To care for a bronze finish, which is more sensitive than many metal coatings, wipe it with (just a little!) vegetable oil or a small amount of household detergent.

Chrome finished latches can simply be wiped down with a damp cloth.

Latch Standards and Specifications

The best latches and locksets will be certified by ANSI (American National Standards Institute) and BHMA (Builders Hardware Manufacturers Association). Both of these standard sets ensure overall quality and safety. Depending on your application, there may be other standards that you need to consider. For example, if you are purchasing latches for a handicap accessible door, your latches will need to be ADA (Americans with Disabilities Act) compliant.

Things to Consider When Purchasing Latches

When considering a latch purchase, there are a few things you should think about. These include: the number of latches you will need, the intended intensity of performance, the environment in which your latch will be installed (indoors, outdoors, near the sea, etc.), and the available mounting surface. These considerations will help you decide what latch will match your specifications the best.

However, for the best results, it’s best to consult with a reputable latch manufacturer and/or hinge manufacturer. Experienced manufacturers have certain knowledge that your average customer will not; they will be able to spot any possible issues with types and configurations right away, before you make a purchase. Plus, direct suppliers can offer you the luxury of customization. To find a quality manufacturer that will work hard for you, check out the list we’ve provided above. We feel confident that the right manufacturer for you is among this group. Browse their respective websites to learn more about each of them, and when you’ve found a few that you think may be right for you, reach out to them with your questions.

Latch Accessories

Latch accessories include: handles (ex. charge handle), anchors, springs (including the gas spring), strike plates, hinges and more. To learn what’s best for you, talk to your latch and hinge manufacturer.

Latches Terms

The movement of the handle or latch portion, which is what causes the latch/unlatch function.
Alike Change
Multiple latches or locks that are able to use the same key.
Anti-Friction Latch Bolt
A latch bolt that is specifically designed to reduce friction.
Architectural Hardware
Hardware used in construction on movable components, such as doors, windows and cabinets.
A component that provides the bearing surface of the rotating rotor and latch mounting on a rotary latch.
Back Plate
The protective plate on the door onto which the moving parts of the latch are attached.
A term that indicates the direction the latch bolt is inclined.
A tongue on the end of the plug of a latch.
The part of the latch that contains the mechanism.
The part of the latch that allows for pawl retention.
Clamping Force
The force that is exerted from a latch, in order to draw two panels together.
Coaxial Mount
Allows for maximum strength of rotary latches by combining the standard mount with a second pivot on the bottom of the back plate.
Deadlocking Latch Bolt
A latch bolt with a plunger that is used to prevent the bolt from retraction by end pressure when the door is closed.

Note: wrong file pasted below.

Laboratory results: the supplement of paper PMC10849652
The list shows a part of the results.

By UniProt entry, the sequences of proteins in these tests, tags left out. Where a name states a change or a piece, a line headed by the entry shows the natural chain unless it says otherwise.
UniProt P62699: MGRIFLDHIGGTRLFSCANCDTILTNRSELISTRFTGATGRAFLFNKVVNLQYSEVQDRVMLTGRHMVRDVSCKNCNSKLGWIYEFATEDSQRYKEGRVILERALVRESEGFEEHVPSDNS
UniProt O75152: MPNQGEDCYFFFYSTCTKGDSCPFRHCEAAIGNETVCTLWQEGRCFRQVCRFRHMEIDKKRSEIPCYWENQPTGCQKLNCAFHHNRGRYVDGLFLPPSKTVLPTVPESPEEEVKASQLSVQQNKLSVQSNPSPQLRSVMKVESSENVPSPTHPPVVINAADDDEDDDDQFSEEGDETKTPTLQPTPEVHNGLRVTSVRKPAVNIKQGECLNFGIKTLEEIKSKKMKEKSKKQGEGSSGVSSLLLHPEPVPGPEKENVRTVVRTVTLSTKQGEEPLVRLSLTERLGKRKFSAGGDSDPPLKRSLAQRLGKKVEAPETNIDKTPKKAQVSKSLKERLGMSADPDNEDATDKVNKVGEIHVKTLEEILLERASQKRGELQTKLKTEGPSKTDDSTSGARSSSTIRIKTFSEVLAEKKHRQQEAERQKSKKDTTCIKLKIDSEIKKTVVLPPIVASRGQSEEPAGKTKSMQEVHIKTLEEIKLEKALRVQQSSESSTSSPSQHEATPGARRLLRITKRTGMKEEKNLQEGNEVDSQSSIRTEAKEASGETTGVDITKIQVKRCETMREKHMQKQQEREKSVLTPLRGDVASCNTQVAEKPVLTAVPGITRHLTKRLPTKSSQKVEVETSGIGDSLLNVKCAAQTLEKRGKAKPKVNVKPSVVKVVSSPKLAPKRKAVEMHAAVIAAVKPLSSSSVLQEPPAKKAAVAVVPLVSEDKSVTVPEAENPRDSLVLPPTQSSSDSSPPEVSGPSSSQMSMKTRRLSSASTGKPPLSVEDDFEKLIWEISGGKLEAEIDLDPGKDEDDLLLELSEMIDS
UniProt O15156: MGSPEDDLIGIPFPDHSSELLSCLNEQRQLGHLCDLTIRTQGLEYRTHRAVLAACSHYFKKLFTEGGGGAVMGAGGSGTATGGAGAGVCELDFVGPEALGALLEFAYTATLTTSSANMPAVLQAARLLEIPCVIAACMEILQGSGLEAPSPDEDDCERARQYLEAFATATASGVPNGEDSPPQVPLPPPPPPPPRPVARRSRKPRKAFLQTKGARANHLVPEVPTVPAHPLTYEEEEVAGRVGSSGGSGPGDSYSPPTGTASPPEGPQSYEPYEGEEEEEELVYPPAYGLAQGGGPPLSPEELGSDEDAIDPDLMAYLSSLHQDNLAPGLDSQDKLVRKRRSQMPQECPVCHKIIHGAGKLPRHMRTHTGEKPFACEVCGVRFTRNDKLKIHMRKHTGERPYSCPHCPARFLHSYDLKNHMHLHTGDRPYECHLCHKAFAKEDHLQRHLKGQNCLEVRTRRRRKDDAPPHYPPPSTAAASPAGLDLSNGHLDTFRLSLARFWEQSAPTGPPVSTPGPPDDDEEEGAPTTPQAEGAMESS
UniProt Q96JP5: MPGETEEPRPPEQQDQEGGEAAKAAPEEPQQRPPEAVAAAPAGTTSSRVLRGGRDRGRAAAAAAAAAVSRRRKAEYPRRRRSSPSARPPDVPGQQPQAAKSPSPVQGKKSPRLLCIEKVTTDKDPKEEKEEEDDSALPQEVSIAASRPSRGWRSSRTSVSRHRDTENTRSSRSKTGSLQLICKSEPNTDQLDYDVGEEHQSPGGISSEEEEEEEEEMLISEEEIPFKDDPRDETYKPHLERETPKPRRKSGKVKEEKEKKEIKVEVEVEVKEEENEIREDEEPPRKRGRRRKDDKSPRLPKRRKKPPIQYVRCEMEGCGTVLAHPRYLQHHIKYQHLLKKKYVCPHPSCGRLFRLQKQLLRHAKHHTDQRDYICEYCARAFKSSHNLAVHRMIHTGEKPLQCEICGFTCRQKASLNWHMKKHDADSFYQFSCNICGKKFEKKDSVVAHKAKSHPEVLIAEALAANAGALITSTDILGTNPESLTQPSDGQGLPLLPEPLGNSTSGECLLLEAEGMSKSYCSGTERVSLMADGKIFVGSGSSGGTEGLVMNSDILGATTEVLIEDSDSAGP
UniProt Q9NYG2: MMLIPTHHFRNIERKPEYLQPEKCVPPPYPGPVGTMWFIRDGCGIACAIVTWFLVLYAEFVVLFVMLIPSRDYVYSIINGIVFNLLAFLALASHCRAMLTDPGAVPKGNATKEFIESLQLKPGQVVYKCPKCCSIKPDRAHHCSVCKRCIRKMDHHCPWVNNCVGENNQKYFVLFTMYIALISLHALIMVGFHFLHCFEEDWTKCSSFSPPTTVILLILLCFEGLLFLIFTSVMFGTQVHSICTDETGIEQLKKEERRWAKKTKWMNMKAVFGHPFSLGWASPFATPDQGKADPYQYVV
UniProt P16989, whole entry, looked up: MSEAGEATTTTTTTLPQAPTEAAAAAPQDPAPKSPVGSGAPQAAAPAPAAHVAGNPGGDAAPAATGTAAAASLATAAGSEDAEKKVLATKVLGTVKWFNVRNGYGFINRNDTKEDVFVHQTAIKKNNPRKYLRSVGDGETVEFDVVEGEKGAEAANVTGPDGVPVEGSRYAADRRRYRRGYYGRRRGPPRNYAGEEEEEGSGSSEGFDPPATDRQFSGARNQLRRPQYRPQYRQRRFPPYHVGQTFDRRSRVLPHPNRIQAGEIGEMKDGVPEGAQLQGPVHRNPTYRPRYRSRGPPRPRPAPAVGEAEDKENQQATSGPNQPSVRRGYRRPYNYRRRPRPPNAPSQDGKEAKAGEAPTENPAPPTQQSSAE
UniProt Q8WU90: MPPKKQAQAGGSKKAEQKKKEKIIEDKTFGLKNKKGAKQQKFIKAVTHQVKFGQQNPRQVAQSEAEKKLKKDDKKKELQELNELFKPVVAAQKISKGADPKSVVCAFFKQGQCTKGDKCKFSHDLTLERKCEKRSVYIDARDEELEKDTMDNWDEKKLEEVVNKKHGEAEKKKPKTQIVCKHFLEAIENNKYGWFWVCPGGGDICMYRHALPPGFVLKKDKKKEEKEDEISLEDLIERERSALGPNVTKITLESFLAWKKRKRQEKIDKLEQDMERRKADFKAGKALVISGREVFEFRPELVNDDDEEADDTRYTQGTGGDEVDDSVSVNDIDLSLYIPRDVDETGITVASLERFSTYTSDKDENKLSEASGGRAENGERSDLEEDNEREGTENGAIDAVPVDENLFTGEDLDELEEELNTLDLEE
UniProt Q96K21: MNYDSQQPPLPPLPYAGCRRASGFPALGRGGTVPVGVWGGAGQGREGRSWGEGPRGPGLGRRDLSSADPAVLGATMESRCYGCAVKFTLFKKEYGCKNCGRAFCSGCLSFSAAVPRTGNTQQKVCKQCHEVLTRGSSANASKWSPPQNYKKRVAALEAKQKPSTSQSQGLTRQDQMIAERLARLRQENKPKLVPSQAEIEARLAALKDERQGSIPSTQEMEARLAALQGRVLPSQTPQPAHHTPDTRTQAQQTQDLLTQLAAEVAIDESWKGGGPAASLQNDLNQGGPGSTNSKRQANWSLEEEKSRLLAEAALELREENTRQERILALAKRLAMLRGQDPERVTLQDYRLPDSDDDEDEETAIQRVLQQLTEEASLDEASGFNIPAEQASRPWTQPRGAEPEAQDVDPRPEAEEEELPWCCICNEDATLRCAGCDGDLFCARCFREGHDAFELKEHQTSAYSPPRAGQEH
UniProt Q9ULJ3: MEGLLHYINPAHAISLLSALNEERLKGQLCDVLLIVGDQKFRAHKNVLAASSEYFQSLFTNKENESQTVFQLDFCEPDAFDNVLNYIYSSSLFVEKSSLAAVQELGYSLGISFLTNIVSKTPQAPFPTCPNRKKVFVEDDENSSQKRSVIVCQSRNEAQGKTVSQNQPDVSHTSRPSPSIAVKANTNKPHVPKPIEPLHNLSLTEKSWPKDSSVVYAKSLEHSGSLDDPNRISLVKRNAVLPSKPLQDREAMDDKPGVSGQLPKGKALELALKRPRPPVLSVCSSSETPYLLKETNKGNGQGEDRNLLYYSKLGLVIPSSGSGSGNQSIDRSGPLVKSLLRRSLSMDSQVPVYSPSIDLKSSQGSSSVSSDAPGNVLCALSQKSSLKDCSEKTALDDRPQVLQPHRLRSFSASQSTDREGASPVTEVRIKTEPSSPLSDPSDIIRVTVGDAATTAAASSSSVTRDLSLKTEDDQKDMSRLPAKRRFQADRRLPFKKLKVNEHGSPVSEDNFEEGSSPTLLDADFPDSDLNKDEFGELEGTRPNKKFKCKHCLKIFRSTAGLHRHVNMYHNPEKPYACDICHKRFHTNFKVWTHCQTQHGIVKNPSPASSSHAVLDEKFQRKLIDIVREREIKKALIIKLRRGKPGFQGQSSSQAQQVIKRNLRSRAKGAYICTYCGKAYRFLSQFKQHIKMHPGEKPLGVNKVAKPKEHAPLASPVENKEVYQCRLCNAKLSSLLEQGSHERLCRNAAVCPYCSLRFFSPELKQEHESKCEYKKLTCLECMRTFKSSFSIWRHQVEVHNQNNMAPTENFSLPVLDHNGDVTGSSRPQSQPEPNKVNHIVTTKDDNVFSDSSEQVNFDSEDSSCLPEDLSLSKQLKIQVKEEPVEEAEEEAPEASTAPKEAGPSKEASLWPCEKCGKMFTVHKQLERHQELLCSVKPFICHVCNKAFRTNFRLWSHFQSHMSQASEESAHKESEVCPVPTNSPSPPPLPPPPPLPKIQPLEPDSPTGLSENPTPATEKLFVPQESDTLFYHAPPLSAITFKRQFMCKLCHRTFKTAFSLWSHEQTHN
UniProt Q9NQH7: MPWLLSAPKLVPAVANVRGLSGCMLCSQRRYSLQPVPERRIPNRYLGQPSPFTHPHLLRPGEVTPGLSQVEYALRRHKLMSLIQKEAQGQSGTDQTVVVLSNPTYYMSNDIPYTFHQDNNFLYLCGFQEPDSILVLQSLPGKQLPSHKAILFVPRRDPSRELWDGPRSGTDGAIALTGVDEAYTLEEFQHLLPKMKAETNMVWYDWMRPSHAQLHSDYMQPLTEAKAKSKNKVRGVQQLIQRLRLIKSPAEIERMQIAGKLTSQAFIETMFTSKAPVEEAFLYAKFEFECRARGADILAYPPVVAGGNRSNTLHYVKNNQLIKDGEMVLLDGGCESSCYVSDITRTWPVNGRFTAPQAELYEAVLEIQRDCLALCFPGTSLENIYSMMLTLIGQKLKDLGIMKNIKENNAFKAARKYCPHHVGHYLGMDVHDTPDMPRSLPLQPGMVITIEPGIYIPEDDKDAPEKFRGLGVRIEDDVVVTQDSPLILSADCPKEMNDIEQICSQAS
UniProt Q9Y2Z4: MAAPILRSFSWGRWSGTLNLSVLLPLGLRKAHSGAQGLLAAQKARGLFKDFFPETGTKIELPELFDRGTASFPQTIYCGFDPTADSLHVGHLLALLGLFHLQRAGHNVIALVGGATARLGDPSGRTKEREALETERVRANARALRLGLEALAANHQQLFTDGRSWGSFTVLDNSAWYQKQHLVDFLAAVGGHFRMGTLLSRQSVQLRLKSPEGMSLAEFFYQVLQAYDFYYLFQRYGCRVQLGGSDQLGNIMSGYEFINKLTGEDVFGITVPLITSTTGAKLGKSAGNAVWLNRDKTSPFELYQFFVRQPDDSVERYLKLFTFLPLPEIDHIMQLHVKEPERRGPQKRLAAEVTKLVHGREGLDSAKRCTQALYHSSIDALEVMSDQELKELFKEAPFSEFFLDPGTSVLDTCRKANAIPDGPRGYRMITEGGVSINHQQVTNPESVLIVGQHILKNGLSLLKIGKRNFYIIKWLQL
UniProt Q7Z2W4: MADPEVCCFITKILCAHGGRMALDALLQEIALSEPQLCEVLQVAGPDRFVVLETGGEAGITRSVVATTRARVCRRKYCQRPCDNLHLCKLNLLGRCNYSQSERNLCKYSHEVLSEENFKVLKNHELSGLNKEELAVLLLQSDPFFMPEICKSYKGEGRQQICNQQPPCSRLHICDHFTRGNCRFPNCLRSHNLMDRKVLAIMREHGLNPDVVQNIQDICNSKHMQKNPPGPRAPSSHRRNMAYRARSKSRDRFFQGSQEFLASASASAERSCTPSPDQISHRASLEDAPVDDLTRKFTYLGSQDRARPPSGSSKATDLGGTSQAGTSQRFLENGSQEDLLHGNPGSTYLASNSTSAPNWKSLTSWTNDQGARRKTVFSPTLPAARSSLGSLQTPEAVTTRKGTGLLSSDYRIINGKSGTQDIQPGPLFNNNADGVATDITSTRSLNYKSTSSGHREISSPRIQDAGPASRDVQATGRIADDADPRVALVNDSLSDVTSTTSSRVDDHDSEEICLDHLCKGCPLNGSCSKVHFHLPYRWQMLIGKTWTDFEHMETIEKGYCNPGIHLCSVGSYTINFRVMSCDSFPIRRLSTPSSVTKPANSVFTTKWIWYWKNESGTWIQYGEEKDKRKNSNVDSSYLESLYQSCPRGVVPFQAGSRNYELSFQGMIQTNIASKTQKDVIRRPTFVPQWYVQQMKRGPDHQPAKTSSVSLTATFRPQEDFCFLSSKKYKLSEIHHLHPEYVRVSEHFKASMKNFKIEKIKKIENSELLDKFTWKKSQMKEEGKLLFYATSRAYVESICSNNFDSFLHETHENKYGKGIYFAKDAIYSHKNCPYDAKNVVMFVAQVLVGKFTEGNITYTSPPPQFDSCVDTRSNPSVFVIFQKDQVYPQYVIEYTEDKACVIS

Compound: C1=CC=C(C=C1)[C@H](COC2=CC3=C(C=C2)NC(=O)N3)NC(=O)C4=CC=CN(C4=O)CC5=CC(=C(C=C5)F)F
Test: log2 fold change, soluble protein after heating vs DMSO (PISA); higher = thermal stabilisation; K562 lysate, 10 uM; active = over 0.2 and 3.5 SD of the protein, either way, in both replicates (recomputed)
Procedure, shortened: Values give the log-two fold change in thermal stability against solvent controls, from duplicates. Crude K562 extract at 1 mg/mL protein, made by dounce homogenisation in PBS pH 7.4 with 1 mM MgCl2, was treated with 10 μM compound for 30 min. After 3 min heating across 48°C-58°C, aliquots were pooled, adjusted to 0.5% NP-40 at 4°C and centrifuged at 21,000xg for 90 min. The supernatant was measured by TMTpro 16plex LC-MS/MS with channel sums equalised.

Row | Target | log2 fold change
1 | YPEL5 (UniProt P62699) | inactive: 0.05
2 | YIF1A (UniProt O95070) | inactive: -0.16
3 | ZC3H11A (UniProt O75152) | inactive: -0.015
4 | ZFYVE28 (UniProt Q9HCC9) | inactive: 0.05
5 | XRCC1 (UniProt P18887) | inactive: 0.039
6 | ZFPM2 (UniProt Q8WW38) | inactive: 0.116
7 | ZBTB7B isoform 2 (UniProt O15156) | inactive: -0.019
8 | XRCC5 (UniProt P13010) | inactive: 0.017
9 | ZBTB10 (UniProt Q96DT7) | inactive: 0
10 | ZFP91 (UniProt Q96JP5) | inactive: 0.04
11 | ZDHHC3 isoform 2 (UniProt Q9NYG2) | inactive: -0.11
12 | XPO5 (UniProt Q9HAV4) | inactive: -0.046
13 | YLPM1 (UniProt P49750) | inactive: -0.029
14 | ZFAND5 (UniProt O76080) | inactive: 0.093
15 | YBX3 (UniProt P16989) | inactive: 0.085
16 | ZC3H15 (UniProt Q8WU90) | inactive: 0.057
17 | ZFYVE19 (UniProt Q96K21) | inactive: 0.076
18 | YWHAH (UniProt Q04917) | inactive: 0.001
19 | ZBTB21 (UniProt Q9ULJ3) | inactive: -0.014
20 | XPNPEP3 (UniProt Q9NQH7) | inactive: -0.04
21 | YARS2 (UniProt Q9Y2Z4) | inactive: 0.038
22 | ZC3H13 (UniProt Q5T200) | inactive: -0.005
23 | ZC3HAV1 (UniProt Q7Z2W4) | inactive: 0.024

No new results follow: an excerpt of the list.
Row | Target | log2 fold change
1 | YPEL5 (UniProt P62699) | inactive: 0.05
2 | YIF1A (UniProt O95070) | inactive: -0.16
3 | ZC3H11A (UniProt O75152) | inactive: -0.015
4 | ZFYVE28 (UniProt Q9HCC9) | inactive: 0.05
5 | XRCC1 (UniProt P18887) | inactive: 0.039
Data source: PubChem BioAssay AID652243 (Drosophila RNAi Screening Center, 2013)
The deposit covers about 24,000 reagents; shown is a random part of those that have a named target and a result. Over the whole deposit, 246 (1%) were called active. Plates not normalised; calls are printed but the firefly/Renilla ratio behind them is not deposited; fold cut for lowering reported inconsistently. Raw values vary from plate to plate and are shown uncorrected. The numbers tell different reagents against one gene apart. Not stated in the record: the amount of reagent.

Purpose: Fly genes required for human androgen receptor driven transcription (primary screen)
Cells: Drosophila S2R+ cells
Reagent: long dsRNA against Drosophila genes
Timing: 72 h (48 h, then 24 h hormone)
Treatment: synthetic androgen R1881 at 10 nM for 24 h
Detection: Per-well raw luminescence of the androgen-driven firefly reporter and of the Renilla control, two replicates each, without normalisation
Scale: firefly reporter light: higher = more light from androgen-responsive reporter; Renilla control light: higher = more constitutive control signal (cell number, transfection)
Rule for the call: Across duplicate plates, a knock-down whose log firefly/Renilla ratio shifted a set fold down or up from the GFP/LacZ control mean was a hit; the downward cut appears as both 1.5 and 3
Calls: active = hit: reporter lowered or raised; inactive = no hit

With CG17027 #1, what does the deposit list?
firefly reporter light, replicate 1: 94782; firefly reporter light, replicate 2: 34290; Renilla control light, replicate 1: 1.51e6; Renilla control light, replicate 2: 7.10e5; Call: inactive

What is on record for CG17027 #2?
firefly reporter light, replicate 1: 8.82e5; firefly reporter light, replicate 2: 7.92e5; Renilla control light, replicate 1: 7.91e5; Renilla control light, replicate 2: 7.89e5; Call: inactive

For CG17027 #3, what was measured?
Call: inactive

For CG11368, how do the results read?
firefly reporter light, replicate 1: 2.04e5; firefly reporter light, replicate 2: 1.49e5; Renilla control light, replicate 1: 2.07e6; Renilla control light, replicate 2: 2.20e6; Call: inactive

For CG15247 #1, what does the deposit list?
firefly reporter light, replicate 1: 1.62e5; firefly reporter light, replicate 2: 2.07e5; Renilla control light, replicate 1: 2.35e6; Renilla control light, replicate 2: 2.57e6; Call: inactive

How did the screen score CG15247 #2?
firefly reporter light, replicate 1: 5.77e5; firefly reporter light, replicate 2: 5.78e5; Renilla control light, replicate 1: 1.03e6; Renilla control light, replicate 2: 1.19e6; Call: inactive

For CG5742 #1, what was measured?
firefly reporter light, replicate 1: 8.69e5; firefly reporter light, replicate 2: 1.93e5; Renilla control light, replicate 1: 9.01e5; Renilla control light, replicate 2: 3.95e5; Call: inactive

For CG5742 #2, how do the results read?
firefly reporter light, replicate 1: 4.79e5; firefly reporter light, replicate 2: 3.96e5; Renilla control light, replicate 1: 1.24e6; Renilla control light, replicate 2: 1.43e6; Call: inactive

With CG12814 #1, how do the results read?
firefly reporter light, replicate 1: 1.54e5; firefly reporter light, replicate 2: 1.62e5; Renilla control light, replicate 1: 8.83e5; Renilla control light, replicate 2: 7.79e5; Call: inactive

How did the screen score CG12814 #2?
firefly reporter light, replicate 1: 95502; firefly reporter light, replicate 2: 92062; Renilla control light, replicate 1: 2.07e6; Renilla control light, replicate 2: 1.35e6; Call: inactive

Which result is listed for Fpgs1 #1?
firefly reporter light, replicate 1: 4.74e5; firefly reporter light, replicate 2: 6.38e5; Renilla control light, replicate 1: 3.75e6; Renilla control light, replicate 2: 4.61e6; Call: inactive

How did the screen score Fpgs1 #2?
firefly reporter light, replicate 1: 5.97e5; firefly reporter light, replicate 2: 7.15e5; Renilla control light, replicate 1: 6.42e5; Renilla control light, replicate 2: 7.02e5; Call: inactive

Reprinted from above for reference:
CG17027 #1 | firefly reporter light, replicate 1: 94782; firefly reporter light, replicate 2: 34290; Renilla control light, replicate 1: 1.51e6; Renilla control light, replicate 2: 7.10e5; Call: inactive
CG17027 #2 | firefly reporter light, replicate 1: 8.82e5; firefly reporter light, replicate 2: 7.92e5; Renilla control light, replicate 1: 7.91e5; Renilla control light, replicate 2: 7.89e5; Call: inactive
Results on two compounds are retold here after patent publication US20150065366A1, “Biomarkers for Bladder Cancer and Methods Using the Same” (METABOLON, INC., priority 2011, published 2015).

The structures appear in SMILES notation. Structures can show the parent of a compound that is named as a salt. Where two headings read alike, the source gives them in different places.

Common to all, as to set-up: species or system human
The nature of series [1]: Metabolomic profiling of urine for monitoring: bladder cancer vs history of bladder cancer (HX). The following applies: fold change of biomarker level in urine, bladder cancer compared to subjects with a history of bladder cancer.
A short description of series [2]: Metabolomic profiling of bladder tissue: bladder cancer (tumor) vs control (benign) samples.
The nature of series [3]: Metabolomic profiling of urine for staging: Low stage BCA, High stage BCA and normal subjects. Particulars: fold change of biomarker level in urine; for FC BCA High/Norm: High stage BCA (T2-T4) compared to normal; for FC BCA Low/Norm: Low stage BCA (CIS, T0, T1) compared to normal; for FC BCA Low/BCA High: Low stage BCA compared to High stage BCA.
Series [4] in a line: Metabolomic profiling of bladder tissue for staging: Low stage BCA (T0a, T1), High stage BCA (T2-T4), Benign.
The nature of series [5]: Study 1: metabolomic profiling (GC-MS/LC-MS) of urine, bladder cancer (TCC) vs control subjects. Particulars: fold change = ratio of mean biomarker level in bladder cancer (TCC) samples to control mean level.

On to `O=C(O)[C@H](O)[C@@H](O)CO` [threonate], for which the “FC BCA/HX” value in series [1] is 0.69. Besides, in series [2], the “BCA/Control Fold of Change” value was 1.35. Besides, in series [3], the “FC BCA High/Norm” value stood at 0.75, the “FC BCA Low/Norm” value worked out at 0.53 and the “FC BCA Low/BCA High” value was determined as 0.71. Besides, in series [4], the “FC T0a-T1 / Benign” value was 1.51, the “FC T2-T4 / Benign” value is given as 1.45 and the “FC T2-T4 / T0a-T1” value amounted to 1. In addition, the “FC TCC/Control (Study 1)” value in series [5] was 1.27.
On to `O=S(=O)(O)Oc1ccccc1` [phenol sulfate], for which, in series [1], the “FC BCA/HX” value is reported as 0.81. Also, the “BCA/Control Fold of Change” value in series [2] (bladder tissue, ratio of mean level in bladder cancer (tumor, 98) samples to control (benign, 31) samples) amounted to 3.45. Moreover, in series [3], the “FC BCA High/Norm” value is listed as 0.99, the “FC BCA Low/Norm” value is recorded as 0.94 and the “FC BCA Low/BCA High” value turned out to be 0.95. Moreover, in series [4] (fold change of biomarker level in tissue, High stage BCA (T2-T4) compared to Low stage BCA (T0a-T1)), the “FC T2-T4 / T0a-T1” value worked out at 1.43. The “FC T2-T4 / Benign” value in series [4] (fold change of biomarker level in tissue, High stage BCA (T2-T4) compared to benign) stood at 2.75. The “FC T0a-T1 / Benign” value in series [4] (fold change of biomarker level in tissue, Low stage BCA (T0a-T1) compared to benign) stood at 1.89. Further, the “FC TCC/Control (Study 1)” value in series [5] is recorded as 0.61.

Direct Release Actuation
Unlatching by moving the handle or latch directly at the mechanism.
Dogging Device
A device used to fasten the crossbar in the depressed position to keep the latch bolt in the retracted position. This allows for free operation of the door on both sides.
Drop Ring
A ring handle that is attached to a spindle and is used to operate a latch. When not in use, the ring stays in the dropped position.
Four-Point Actuation
Unlocking by moving the handle or latch portion at multiple points.
The area through which the latch bolt projects.
Hinged/Swinging Latch Bolt
A latch bolt that is hinged to the front and retracted by a swinging action.
A component that allows for a slam action function on a latch.
Latch Bolt
A spring bolt with a beveled edge that may be operated by a handle, knob or turn.
The projecting piece that the latch bolt strikes when the door is shut.
The door cavity that receives the mortise latch.
The body of the latch, which provides the structural strength.
A sliding component of a latch that provides retention for a strike.
Roller Strike
A strike with a rolling member that reduces friction at the point of the latch bolt contact.
A small switch on a nightlatch, which prevents the latch from being operated when closed.
A bolt that can be pushed back into the lock case and is able to return to the original position without assistance.
The button that locks or unlocks the latch bolt against the outside knob.
A metal plate used for protection, which is placed in the doorjamb and receives the latch when the door is closed. This is usually "t"-shaped and has a single hole.
Template Hardware
Hardware that is made exactly to template, precisely matching the spacing of holes and dimensions.
The maximum projection at which a bolt is fully extended.
Transom Catch
A fastener that is applied to the transom, and has a ring that is used to retract the latch bolt.
A latch or other piece of hardware that can be used on any door.

More Latch Information

Latch Informational Video


Surface Mount Twist Latch Protector

      Easily mount to crates for safeguarding latches against shock and vibration.   Sierra Pacific Engineering and Products now offers twist latch protector plates which protect latch from getting damaged, accidentally unlatching, or getting hooked on something during transportation. These new plates are to be used with SPEP’s large twist latches (part numbers 2095 and 2098) and large keepers (part number 2096). Latch protector plates are available as individual components or may be purchased as part of a kit which includes: plate, latch and keeper.   The plate... Read More About This